Which inevitably leads to a backpack. Backpacks were created to allow normal humans to carry large weights over long distances while keeping their hands free, other than seeking some form of pain killer medication. And therein lies the problem. A well designed backpack can be laden with all manner of kit, all of which magically increases its mass with each minute of wearing. A backpack encourages the owner to load up everything he or she owns, and if space remains, to head down to the camera store or online to spend money on stuff to fill it up with. This results in a potentially engineered hernia creation opportunity, in addition to a weight loss regimen. Been there, done that, and believe me, it’s worse the second you think that this is a good way to carry a serious video rig.
Aha we think, I can get another bag that by being smaller will force me to be more circumspect in what I take with me, and therefore be light enough not to be a pain. For this use case, we discover sling bags. What have we learned from slings? That no matter what size we choose, the one we have is always just a bit small, and so we pack it carefully, making any change of gear time consuming and a live demonstration of our aptitude or lack thereof for juggling.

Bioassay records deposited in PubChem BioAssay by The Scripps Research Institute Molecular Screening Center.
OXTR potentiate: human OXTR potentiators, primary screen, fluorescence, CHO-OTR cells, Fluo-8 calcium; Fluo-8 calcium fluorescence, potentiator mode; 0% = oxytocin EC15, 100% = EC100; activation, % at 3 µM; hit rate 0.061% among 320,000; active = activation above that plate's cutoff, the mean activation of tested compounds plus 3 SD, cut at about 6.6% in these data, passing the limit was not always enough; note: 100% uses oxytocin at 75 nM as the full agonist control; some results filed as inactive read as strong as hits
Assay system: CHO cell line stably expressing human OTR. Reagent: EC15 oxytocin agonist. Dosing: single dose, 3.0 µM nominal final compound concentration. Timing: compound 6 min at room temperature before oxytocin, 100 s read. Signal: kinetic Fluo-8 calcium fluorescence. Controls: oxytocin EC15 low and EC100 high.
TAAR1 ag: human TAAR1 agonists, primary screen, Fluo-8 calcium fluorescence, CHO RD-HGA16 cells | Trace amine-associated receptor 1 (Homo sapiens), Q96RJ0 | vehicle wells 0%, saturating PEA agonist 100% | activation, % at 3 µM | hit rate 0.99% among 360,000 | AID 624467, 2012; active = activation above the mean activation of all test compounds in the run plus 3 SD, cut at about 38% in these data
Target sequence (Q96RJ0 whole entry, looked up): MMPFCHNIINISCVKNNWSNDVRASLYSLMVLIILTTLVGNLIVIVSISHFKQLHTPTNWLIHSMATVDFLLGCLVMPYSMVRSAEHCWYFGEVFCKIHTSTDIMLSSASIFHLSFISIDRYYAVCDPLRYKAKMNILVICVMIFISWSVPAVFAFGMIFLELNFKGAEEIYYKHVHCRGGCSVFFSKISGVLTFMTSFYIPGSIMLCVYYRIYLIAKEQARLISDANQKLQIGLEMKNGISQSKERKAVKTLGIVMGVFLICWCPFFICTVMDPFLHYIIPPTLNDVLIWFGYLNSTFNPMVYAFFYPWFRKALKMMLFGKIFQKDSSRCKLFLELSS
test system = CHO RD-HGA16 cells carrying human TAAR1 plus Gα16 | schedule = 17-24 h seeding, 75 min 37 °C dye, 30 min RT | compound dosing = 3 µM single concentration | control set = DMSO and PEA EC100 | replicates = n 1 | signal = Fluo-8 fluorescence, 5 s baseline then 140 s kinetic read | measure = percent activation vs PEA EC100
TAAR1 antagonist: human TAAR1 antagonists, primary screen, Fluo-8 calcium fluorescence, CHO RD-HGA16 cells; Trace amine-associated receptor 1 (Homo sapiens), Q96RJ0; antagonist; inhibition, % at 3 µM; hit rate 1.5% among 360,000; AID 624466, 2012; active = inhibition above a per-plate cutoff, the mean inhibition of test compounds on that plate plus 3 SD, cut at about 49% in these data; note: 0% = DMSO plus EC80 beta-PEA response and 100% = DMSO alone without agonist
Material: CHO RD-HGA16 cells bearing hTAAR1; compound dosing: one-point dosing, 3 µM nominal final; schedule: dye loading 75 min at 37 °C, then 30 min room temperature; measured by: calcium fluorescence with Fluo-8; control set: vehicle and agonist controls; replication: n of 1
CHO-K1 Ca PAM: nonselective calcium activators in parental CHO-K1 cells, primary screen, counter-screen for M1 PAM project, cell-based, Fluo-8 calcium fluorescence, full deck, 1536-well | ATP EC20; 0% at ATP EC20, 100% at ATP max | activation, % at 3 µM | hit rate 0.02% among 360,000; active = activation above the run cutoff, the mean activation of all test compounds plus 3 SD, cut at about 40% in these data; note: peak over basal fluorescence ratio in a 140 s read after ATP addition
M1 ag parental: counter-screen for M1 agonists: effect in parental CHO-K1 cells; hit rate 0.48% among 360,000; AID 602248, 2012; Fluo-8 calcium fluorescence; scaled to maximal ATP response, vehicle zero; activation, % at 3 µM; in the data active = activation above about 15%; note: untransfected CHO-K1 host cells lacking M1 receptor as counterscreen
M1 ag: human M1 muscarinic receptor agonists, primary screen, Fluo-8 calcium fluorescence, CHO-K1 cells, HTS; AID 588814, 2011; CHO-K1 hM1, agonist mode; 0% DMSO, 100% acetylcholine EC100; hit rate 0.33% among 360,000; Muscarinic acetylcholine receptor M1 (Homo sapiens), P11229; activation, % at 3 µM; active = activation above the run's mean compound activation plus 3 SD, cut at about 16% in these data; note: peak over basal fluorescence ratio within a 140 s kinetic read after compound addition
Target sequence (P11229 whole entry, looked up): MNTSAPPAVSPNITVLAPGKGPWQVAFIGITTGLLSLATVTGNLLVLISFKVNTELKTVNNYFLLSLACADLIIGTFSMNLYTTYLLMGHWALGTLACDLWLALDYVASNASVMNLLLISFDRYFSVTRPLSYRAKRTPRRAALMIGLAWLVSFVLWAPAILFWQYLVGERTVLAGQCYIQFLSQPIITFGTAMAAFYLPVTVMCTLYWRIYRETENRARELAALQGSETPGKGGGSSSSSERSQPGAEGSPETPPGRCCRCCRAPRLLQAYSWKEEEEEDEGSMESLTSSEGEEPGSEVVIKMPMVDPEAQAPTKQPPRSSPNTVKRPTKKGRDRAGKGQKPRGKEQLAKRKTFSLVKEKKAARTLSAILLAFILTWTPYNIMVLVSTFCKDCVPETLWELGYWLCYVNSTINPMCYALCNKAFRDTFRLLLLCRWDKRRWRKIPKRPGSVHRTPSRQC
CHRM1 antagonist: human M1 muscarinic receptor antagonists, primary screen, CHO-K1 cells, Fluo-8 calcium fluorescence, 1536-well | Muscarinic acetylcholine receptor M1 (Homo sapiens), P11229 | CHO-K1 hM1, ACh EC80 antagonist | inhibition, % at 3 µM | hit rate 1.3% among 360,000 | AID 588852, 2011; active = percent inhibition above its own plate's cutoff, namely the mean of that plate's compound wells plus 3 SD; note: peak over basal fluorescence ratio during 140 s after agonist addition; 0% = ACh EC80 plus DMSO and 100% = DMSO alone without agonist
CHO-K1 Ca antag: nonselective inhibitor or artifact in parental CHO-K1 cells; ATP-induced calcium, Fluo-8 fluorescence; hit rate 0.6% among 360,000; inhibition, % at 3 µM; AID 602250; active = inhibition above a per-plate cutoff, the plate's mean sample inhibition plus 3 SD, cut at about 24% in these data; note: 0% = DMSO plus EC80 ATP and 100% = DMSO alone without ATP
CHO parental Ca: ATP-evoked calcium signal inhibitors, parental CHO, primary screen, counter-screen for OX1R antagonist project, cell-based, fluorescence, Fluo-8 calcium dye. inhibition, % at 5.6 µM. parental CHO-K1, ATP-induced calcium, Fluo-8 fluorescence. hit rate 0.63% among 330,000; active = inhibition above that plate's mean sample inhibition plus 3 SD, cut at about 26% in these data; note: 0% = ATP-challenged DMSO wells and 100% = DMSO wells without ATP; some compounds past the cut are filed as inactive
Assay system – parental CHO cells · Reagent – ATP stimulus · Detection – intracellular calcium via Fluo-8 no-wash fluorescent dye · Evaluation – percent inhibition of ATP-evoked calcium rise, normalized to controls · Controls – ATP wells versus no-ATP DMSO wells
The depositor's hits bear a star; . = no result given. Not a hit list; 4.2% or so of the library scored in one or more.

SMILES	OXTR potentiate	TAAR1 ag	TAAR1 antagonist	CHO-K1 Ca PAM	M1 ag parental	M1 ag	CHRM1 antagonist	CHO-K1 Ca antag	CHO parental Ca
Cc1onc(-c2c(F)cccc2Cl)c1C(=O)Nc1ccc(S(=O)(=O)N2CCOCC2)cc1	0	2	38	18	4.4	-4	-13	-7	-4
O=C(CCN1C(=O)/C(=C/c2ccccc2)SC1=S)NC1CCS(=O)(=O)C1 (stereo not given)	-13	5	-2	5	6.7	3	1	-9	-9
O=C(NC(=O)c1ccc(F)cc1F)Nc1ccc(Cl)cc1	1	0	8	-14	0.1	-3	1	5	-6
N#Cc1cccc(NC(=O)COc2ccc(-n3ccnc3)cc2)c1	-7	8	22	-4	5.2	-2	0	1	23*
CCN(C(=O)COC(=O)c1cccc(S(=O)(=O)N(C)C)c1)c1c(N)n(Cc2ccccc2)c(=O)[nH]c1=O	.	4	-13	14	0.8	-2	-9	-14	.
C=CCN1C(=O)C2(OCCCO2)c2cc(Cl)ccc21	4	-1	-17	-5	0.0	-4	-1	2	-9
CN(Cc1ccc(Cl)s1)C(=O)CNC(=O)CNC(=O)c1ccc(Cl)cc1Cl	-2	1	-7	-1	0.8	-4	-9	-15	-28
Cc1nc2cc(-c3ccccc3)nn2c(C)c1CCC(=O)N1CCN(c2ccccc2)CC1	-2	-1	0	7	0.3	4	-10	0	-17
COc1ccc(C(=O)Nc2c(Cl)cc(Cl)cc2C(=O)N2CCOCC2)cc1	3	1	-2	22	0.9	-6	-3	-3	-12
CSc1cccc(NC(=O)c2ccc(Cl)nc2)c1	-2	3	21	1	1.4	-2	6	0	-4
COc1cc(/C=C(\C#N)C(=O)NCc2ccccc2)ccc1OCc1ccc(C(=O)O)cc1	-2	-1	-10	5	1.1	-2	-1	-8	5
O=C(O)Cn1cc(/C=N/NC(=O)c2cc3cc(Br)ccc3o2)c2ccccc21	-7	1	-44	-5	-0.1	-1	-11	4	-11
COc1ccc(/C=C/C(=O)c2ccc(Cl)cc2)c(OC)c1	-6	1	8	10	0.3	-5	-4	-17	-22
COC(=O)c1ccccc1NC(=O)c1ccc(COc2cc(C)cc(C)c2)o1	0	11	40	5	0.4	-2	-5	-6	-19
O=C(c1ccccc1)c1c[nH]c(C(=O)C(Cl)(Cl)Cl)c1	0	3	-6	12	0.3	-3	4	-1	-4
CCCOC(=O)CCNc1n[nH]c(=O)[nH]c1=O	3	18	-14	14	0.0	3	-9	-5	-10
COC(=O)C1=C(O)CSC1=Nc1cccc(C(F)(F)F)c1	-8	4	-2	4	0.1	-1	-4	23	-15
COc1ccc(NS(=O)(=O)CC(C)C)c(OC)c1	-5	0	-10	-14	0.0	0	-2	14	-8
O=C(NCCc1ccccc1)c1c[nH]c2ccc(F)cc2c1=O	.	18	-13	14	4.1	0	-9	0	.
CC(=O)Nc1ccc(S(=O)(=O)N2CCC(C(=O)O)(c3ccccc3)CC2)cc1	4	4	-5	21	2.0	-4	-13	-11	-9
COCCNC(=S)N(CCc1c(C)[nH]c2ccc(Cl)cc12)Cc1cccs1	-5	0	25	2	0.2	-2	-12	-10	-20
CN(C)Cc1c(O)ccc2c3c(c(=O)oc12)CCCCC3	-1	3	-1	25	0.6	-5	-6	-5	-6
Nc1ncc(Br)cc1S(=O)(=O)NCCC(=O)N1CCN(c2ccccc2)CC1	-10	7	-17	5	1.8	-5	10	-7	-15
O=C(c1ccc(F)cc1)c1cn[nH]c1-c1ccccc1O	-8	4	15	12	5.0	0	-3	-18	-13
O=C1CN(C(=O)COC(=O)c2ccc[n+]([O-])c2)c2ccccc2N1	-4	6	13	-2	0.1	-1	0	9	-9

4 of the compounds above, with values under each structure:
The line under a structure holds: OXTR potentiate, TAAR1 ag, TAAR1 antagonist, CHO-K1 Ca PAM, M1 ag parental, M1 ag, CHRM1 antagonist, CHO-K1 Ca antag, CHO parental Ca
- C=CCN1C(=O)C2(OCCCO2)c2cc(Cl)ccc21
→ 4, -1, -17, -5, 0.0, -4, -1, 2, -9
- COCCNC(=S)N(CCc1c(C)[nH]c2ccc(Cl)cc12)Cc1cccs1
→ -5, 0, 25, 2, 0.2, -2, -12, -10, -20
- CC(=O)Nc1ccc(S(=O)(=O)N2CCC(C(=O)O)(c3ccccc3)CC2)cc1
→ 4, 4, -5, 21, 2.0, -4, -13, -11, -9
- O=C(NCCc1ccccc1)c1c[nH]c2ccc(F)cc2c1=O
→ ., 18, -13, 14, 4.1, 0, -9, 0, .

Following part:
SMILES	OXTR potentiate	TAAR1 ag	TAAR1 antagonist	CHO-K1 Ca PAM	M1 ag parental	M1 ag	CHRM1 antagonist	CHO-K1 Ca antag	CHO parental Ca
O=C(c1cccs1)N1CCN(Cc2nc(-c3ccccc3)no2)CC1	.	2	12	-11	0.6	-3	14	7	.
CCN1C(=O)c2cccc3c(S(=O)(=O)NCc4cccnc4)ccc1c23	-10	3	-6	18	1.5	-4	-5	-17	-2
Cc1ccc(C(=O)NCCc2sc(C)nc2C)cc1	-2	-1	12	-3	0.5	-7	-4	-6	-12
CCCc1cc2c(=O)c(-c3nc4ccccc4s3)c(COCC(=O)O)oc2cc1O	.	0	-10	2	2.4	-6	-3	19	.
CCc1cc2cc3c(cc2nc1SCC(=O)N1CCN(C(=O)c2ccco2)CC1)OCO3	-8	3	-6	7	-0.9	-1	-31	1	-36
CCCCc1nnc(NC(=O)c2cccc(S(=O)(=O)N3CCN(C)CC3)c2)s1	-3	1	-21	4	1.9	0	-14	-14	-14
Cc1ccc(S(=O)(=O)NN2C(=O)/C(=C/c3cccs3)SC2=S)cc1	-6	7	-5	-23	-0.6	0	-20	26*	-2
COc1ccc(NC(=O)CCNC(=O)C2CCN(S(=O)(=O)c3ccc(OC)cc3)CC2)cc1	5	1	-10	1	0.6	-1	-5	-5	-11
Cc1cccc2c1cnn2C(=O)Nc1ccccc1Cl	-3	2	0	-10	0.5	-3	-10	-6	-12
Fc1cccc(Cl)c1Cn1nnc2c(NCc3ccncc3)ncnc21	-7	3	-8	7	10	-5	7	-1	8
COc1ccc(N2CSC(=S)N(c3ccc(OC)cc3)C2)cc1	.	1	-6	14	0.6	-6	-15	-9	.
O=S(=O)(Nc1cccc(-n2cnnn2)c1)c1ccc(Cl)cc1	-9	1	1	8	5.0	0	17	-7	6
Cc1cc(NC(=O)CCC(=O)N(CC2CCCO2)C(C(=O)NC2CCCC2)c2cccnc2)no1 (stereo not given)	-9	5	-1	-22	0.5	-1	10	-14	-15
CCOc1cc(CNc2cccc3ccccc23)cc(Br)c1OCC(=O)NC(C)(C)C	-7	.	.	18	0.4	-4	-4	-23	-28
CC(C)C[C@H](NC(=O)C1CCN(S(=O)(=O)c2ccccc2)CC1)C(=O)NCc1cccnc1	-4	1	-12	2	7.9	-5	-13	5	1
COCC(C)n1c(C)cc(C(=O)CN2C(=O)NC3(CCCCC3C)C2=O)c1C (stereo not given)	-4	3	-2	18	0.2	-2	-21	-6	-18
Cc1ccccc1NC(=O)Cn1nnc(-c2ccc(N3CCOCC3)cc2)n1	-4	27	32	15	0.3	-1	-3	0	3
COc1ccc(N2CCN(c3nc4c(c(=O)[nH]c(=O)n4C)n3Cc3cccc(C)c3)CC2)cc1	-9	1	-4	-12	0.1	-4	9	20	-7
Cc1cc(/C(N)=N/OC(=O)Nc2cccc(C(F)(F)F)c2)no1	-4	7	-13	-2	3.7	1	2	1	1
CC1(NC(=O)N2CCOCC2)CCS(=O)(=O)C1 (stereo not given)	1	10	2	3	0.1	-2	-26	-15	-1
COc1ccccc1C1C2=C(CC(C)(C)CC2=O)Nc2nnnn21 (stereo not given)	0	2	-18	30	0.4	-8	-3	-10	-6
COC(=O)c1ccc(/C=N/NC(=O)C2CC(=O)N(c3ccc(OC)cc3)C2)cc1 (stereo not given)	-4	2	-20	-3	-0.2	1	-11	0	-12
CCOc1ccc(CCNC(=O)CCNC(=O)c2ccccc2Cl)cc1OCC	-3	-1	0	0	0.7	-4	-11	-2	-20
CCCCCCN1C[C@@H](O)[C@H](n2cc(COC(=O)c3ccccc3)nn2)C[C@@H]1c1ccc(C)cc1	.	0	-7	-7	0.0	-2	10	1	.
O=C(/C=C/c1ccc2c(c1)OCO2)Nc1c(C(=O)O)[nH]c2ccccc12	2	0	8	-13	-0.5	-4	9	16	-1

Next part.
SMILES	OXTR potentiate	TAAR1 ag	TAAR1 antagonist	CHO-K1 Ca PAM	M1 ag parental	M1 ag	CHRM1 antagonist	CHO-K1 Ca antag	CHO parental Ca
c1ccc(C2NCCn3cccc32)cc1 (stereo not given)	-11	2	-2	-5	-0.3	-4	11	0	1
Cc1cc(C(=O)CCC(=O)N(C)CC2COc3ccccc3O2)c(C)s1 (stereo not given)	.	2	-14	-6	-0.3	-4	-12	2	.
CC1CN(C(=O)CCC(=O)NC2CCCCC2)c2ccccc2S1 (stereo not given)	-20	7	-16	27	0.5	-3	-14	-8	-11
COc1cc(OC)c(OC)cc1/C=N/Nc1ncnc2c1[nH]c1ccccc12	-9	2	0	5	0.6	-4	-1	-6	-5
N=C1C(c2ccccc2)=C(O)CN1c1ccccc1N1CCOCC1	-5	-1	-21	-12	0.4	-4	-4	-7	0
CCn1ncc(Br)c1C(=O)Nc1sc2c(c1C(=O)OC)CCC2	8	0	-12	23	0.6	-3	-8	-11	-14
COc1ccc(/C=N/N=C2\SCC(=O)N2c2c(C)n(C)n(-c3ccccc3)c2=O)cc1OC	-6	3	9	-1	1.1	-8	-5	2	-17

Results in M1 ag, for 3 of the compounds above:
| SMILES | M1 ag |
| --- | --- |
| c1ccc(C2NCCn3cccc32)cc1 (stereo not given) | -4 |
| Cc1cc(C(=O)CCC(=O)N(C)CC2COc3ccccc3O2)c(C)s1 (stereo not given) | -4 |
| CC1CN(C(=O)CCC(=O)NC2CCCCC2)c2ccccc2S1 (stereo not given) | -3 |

We’ve also been well trained that our very expensive gear, much of which is built to be used day in and out by working professionals who in decades past may have had to fall on it, drop it, or use it to unintentionally but successfully divert gunfire (it was a Nikon F2 during the Vietnam war - you can probably find the story on the net) is incredibly fragile and requires copious amounts of padding and protection, even beyond the protection afforded by image destroying “protection” filters. Today we have come a very long way from Greg Lowe’s original series of bags built of tough Cordura and having moveable ripstop nylon covered close celled foam dividers. Now we have special soft cloth inside, and weather resistant, tear resistant, dirt resistant etc materials that drive the cost of a decent bag into several hundred dollars and even cheap badly stitched crap into the hundred dollar range. I still own that first Lowe Magnum 35 with the CME logo on it. It looks frightfully small today, but back 35 years ago, it held two bodies, six lenses, a potato masher flash and the myriad cables needed to get shots made. It’s smaller than a basic Lowe branded (with no resemblance to a real Lowe bag) that is offered for a body, two lenses and a pile of micro fibre cloths.